Litecoin is a decentralized, peer-to-peer (P2P) digital currency and payment network supported by an open-source blockchain protocol. Through Litecoin, users can make payments to anyone in the world at relatively high speeds and low costs compared to traditional payment channels (i.e., SWIFT, ACH, FedWire system) and many other digital assets. It was launched in October 2011 by Charlie Lee, who held positions at Google, followed by Coinbase, until his departure in 2017 to head the Litecoin Foundation, a nonprofit organization committed to accelerating the development and adoption of the technology.

The Litecoin Project emerged as an alternative solution to Bitcoin in light of early concerns over Bitcoin’s wait times in confirming block transactions. By introducing minor technical modifications to the original Bitcoin source code, Litecoin allowed for faster transaction speeds and even lower processing fees. As one of the earliest and most successful derivatives of Bitcoin, Litecoin has established its position as the fifth largest network by market cap in the digital currency ecosystem, complementing and reinforcing Bitcoin in purpose, function, and utility, and challenging our traditional notions of money.1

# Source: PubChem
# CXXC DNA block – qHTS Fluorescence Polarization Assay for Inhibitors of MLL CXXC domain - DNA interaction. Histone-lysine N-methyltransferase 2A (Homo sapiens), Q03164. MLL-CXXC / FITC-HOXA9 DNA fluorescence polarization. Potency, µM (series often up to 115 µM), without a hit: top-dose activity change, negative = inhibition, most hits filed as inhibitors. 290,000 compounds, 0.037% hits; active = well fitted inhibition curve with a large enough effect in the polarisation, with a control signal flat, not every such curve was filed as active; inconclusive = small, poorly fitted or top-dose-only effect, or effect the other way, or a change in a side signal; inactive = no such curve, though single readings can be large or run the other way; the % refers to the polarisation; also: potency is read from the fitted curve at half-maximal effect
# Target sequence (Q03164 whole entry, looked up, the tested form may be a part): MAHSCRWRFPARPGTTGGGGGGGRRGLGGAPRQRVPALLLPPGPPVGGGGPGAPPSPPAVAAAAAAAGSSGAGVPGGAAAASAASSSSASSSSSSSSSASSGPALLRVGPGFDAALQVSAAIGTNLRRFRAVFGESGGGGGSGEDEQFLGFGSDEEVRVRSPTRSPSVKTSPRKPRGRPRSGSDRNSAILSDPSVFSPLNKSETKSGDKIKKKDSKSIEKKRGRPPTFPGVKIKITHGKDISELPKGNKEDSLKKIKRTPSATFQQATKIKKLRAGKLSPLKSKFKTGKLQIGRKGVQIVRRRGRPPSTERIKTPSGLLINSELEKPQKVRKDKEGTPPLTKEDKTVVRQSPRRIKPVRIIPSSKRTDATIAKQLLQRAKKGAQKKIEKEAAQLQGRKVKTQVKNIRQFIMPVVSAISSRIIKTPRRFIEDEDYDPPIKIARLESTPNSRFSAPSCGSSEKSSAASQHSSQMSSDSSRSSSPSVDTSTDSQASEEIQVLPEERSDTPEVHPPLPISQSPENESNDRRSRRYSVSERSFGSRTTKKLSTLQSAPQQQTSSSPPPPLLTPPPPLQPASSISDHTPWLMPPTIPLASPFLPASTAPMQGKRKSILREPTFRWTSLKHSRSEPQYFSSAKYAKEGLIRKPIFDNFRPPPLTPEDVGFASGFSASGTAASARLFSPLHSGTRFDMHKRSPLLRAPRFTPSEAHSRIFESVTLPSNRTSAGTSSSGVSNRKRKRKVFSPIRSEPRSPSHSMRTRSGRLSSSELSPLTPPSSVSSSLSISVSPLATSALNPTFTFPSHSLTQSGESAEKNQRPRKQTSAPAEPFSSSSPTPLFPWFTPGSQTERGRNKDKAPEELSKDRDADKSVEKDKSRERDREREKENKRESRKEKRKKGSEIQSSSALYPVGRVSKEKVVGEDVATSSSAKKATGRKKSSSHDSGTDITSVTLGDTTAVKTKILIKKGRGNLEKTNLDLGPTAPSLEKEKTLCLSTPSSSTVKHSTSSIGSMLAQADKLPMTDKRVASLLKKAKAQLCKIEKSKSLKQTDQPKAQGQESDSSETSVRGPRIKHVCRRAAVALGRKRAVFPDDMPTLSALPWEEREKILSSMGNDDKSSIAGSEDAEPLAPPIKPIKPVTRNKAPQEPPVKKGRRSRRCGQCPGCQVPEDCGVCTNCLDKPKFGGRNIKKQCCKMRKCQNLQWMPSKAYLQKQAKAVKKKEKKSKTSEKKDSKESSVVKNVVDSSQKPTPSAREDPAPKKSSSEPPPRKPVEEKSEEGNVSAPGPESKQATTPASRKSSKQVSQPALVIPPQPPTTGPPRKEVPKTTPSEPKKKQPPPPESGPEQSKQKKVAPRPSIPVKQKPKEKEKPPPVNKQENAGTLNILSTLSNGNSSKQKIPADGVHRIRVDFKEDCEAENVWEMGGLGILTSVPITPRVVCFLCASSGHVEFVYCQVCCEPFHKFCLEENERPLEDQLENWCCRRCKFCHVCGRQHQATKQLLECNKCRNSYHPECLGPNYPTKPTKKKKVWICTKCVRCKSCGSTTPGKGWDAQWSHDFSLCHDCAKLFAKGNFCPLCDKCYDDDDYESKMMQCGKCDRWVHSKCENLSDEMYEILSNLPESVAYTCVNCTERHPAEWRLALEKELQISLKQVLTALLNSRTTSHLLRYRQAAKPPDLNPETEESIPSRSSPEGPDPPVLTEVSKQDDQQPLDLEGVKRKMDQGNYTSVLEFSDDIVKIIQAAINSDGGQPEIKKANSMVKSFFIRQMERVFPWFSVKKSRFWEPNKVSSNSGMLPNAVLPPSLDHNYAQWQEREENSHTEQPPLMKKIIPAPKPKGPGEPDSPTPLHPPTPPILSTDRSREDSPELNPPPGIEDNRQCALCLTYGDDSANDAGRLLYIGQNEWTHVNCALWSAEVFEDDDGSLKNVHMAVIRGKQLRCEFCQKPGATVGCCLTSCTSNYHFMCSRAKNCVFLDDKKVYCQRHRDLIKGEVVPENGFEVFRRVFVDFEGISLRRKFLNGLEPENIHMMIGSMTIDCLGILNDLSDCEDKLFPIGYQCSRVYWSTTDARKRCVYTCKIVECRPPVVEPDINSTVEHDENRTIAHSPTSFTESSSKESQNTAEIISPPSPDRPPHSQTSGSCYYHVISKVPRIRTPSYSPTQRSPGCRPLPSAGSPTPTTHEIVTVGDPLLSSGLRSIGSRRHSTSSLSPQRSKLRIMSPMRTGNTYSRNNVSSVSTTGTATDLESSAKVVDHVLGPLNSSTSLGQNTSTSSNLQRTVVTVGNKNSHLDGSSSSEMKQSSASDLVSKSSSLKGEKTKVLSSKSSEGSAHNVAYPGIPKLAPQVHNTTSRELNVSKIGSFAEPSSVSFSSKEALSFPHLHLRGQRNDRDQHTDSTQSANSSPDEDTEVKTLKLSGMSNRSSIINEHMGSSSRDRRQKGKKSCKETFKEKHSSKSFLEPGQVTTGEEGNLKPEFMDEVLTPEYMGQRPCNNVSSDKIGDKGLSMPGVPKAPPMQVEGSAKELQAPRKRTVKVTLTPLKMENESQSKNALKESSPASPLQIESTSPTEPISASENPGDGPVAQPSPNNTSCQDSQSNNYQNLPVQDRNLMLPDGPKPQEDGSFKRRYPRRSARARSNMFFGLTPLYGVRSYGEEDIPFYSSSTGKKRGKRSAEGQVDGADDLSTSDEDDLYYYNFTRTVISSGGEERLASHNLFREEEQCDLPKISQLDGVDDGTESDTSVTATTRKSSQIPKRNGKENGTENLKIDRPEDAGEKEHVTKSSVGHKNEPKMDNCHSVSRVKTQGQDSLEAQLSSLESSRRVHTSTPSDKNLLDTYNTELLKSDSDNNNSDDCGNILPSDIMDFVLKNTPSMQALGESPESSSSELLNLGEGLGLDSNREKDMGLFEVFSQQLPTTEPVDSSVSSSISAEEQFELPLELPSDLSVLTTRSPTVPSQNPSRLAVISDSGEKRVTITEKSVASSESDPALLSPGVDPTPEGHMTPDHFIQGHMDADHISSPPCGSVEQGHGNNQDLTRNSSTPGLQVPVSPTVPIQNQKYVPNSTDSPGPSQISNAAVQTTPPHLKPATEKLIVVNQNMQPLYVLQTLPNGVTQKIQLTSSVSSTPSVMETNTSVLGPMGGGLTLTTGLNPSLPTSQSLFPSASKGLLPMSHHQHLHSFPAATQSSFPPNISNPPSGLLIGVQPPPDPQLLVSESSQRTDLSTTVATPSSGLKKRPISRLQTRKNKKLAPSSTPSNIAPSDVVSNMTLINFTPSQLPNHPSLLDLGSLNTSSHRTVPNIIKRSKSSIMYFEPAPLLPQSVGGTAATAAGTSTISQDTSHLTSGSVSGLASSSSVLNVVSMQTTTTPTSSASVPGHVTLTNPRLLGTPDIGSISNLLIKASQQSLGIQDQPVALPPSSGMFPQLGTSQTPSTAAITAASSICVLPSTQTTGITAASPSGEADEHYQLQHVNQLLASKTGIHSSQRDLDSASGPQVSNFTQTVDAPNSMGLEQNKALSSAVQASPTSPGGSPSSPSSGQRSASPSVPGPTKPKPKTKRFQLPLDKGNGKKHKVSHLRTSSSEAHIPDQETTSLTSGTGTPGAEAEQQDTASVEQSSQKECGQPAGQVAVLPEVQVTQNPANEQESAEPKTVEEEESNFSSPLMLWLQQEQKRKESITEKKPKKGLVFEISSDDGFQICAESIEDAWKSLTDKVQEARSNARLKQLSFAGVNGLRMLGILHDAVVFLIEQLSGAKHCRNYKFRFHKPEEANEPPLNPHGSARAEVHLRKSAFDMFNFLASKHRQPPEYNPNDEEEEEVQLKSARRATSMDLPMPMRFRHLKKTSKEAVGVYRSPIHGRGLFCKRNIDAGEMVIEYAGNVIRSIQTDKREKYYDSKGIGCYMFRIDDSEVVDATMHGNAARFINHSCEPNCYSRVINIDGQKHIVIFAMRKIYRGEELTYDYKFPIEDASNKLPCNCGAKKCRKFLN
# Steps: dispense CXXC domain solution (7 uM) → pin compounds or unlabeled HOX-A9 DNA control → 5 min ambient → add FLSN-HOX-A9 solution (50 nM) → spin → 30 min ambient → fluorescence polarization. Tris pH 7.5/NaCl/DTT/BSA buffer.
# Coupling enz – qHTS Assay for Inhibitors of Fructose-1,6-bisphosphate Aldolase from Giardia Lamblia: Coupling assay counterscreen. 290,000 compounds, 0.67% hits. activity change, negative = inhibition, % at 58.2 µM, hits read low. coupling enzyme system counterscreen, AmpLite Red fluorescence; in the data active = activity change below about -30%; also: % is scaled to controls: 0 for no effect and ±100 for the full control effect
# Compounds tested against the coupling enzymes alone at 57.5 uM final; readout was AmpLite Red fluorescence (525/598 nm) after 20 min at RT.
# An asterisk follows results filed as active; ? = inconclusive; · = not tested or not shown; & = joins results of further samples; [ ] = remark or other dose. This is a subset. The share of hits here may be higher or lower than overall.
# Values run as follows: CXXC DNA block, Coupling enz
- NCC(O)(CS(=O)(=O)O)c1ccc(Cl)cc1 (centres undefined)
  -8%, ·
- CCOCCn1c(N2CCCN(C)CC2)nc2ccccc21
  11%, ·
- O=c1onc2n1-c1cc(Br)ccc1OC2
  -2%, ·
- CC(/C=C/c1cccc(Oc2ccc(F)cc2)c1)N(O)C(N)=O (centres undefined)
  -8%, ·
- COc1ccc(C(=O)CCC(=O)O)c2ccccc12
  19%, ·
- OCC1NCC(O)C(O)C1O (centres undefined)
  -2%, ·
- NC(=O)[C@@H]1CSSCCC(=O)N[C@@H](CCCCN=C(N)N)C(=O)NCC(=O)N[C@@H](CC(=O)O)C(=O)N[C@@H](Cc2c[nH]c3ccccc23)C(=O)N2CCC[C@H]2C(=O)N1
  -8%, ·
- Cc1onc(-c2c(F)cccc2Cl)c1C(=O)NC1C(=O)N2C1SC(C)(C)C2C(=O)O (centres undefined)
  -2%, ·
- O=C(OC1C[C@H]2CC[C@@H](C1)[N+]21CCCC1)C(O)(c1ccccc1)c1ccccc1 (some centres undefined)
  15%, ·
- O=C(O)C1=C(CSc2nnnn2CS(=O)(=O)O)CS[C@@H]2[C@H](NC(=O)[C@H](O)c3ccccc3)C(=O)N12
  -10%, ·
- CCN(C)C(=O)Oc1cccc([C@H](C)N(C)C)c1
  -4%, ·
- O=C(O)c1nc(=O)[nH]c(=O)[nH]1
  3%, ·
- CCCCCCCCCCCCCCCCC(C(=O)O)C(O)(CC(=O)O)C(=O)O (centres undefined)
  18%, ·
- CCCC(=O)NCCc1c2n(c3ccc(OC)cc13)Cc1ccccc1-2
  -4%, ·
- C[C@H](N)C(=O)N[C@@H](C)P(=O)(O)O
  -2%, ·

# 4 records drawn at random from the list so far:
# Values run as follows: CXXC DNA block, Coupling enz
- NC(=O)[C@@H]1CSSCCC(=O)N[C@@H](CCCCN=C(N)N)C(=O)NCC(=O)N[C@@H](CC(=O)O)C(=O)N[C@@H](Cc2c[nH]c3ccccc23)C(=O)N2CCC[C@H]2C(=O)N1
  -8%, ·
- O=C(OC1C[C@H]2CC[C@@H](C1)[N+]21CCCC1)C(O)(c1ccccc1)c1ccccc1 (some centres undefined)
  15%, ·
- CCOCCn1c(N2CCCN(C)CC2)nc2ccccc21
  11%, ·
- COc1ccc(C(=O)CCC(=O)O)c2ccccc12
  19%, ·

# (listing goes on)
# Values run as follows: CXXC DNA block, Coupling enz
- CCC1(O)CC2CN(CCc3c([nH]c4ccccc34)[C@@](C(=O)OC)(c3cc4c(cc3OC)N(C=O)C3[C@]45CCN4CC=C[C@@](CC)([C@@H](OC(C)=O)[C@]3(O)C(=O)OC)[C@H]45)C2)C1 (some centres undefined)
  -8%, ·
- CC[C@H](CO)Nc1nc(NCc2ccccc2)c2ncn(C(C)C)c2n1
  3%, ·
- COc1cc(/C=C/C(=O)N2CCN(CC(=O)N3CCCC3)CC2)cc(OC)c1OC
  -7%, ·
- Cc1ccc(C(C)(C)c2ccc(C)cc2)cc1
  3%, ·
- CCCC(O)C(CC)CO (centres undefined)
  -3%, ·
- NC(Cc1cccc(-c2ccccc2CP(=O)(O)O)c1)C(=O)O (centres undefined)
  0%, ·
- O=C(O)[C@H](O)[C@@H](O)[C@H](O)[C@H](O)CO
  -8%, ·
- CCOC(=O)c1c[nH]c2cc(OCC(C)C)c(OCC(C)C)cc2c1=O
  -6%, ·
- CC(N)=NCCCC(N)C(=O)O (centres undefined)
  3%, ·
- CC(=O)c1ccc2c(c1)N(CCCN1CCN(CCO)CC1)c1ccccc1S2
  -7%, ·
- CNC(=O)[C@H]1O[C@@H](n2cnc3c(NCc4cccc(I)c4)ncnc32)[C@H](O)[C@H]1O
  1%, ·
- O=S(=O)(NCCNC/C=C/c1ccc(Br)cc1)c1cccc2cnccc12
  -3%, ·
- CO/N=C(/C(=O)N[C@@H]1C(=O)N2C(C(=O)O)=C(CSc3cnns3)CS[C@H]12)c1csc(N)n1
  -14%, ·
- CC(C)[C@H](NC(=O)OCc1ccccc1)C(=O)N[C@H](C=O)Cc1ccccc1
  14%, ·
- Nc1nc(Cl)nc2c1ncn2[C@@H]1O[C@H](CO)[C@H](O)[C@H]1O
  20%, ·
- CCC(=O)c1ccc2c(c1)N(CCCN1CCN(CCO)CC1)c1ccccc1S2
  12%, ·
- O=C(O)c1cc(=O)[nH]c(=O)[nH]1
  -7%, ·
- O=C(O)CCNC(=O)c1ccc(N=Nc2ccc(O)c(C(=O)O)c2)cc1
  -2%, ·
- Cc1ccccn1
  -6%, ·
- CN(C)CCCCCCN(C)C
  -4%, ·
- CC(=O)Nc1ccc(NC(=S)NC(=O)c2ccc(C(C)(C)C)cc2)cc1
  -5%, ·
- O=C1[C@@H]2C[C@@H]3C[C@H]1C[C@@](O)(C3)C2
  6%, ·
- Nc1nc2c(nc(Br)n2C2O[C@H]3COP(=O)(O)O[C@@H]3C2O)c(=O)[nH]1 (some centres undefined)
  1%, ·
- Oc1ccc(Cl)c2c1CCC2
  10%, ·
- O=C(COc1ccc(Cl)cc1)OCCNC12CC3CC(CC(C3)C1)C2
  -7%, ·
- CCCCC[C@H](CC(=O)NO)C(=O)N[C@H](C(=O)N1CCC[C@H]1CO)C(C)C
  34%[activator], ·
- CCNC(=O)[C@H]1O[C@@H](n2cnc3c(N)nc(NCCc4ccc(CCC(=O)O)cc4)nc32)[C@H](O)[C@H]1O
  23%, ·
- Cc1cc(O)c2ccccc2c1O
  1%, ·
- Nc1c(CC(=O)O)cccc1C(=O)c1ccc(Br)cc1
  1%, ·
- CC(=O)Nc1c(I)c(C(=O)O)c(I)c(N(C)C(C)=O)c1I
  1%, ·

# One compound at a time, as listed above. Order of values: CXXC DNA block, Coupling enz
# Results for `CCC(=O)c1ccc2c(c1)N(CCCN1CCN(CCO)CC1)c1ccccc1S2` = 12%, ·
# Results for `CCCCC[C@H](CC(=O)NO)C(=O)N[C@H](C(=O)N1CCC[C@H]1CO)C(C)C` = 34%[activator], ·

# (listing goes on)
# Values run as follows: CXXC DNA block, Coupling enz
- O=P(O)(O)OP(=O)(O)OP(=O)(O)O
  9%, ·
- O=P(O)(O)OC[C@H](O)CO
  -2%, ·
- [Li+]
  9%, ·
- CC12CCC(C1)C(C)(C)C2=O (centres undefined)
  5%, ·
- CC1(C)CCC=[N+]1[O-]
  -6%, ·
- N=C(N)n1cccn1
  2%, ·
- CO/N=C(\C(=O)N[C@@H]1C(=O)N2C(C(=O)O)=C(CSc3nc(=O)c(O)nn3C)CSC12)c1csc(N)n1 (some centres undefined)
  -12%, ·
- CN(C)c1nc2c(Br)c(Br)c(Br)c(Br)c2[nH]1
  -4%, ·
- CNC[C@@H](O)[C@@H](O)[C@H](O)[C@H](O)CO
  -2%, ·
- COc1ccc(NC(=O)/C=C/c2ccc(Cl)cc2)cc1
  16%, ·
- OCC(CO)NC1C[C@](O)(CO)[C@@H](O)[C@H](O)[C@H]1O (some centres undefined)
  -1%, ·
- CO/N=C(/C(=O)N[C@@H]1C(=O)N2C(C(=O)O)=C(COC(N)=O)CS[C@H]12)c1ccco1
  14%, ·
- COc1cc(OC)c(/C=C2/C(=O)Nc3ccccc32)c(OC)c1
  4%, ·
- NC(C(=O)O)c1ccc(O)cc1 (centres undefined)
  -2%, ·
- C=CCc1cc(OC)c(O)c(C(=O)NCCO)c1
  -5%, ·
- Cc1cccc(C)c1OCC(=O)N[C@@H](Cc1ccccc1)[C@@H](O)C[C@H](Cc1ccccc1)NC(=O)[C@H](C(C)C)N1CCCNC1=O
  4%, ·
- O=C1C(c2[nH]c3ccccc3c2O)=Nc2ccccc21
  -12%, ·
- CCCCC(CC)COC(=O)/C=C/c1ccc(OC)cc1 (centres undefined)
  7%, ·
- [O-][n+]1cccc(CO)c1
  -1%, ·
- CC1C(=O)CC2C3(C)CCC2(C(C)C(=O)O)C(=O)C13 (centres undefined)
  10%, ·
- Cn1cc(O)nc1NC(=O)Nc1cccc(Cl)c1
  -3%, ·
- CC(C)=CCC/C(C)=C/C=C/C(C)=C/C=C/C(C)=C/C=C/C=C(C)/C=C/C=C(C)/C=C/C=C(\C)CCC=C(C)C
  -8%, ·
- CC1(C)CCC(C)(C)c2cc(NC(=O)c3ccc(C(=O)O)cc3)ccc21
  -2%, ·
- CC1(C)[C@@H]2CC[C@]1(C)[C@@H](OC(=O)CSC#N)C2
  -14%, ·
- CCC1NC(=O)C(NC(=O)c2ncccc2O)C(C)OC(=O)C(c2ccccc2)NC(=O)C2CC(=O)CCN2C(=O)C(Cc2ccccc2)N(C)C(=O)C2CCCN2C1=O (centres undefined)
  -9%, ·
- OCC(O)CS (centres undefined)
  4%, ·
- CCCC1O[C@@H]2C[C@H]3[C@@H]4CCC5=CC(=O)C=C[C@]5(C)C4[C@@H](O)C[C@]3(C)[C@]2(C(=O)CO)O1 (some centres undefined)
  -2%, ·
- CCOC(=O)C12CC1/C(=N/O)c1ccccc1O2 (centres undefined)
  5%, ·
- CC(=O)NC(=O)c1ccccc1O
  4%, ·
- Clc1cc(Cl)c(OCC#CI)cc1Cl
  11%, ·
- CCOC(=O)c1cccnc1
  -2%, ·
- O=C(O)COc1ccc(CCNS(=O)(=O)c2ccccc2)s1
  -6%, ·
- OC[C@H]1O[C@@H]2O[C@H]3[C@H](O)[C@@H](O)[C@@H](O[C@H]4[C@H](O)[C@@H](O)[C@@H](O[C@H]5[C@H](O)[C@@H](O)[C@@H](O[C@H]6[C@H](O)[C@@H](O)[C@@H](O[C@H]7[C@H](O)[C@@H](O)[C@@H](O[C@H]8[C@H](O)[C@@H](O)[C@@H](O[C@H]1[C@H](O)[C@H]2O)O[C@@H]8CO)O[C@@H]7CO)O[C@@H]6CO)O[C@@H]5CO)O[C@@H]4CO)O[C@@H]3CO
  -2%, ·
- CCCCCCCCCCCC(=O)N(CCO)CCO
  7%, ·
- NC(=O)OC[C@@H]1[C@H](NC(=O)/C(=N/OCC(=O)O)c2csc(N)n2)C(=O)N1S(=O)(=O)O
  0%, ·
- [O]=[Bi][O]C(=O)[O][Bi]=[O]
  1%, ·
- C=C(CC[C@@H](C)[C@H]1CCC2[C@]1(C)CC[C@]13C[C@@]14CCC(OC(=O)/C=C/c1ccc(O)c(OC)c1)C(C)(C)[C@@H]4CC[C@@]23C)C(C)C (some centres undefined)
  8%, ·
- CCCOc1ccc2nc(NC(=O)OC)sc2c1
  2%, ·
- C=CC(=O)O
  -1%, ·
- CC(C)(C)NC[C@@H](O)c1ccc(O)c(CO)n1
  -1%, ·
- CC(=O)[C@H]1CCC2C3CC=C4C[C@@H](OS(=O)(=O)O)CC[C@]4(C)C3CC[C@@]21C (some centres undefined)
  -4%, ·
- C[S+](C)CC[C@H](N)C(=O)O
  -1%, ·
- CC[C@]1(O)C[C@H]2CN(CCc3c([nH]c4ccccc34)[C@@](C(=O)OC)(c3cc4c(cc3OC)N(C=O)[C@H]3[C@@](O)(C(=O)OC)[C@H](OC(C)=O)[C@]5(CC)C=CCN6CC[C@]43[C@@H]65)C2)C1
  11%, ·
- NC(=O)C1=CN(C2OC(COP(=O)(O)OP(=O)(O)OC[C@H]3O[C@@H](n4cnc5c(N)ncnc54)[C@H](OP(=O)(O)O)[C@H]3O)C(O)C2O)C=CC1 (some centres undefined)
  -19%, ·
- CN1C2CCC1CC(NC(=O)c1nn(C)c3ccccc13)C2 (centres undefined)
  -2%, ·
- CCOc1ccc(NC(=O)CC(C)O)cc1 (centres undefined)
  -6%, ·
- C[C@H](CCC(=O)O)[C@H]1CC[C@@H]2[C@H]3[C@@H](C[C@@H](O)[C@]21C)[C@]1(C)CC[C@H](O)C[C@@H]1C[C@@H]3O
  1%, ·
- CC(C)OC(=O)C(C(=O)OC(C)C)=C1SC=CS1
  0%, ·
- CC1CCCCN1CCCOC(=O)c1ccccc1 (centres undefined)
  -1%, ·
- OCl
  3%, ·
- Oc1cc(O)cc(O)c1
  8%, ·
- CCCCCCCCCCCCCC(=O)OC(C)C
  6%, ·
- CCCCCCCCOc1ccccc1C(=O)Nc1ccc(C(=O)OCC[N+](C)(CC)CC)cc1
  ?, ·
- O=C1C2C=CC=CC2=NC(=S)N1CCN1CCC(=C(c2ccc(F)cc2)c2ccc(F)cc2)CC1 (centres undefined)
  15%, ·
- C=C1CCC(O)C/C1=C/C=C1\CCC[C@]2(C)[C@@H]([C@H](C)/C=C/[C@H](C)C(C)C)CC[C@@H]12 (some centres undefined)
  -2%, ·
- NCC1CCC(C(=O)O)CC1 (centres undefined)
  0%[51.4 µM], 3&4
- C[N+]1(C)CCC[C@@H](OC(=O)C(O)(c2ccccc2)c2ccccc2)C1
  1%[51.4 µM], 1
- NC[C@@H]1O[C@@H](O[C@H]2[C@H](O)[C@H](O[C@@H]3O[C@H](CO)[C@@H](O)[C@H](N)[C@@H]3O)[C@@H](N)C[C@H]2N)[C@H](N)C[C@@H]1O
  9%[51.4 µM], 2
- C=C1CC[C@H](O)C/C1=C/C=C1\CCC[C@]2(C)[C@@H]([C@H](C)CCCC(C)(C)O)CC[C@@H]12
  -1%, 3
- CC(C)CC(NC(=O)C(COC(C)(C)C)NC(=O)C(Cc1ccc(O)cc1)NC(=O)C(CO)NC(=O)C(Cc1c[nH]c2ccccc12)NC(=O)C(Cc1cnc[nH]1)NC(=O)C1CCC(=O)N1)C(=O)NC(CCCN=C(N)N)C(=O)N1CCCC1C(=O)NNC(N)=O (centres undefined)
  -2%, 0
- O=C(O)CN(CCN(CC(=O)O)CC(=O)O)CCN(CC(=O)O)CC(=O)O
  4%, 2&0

Learn more about Litecoin’s history and defining characteristics in our report, which is part of the Building Blocks series:

1. As of August 31, 2019.